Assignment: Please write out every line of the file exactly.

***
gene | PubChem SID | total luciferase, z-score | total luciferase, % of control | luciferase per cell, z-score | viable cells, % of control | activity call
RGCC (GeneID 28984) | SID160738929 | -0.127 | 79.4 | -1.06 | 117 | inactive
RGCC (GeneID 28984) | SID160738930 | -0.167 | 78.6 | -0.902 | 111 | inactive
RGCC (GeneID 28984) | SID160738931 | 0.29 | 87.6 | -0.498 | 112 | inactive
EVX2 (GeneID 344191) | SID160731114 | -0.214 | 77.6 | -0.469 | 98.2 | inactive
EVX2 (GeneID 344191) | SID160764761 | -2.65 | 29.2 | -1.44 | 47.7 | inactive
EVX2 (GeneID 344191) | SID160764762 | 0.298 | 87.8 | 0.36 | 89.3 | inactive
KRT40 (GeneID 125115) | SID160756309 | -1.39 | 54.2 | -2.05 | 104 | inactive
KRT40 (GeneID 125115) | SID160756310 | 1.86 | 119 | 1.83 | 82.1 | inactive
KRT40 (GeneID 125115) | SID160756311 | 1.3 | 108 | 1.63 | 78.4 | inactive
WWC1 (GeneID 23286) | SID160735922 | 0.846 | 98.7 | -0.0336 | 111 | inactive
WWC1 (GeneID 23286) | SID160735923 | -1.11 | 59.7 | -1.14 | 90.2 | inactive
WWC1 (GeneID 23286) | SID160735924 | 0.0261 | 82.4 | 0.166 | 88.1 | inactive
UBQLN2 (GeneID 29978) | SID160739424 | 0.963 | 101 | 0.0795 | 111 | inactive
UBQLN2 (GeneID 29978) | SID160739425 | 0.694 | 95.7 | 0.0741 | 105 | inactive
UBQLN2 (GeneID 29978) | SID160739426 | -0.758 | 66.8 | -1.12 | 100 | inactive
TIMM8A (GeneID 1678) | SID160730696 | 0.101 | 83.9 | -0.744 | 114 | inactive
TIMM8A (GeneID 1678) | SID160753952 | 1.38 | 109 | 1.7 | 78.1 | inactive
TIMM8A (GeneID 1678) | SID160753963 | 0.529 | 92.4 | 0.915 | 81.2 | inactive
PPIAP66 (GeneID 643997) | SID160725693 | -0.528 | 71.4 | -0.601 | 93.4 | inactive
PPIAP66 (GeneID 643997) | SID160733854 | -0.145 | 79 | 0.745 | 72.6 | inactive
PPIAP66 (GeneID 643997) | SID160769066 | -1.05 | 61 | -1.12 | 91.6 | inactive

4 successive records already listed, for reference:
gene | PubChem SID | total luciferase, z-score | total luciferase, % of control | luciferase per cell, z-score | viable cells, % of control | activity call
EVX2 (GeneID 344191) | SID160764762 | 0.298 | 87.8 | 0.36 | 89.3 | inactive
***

gene | PubChem SID | total luciferase, z-score | total luciferase, % of control | luciferase per cell, z-score | viable cells, % of control | activity call
RGCC (GeneID 28984) | SID160738929 | -0.127 | 79.4 | -1.06 | 117 | inactive
RGCC (GeneID 28984) | SID160738930 | -0.167 | 78.6 | -0.902 | 111 | inactive
RGCC (GeneID 28984) | SID160738931 | 0.29 | 87.6 | -0.498 | 112 | inactive
EVX2 (GeneID 344191) | SID160731114 | -0.214 | 77.6 | -0.469 | 98.2 | inactive
EVX2 (GeneID 344191) | SID160764761 | -2.65 | 29.2 | -1.44 | 47.7 | inactive
EVX2 (GeneID 344191) | SID160764762 | 0.298 | 87.8 | 0.36 | 89.3 | inactive
KRT40 (GeneID 125115) | SID160756309 | -1.39 | 54.2 | -2.05 | 104 | inactive
KRT40 (GeneID 125115) | SID160756310 | 1.86 | 119 | 1.83 | 82.1 | inactive
KRT40 (GeneID 125115) | SID160756311 | 1.3 | 108 | 1.63 | 78.4 | inactive
WWC1 (GeneID 23286) | SID160735922 | 0.846 | 98.7 | -0.0336 | 111 | inactive
WWC1 (GeneID 23286) | SID160735923 | -1.11 | 59.7 | -1.14 | 90.2 | inactive
WWC1 (GeneID 23286) | SID160735924 | 0.0261 | 82.4 | 0.166 | 88.1 | inactive
UBQLN2 (GeneID 29978) | SID160739424 | 0.963 | 101 | 0.0795 | 111 | inactive
UBQLN2 (GeneID 29978) | SID160739425 | 0.694 | 95.7 | 0.0741 | 105 | inactive
UBQLN2 (GeneID 29978) | SID160739426 | -0.758 | 66.8 | -1.12 | 100 | inactive
TIMM8A (GeneID 1678) | SID160730696 | 0.101 | 83.9 | -0.744 | 114 | inactive
TIMM8A (GeneID 1678) | SID160753952 | 1.38 | 109 | 1.7 | 78.1 | inactive
TIMM8A (GeneID 1678) | SID160753963 | 0.529 | 92.4 | 0.915 | 81.2 | inactive
PPIAP66 (GeneID 643997) | SID160725693 | -0.528 | 71.4 | -0.601 | 93.4 | inactive
PPIAP66 (GeneID 643997) | SID160733854 | -0.145 | 79 | 0.745 | 72.6 | inactive
PPIAP66 (GeneID 643997) | SID160769066 | -1.05 | 61 | -1.12 | 91.6 | inactive

4 successive records already listed, for reference:
gene | PubChem SID | total luciferase, z-score | total luciferase, % of control | luciferase per cell, z-score | viable cells, % of control | activity call
EVX2 (GeneID 344191) | SID160764762 | 0.298 | 87.8 | 0.36 | 89.3 | inactive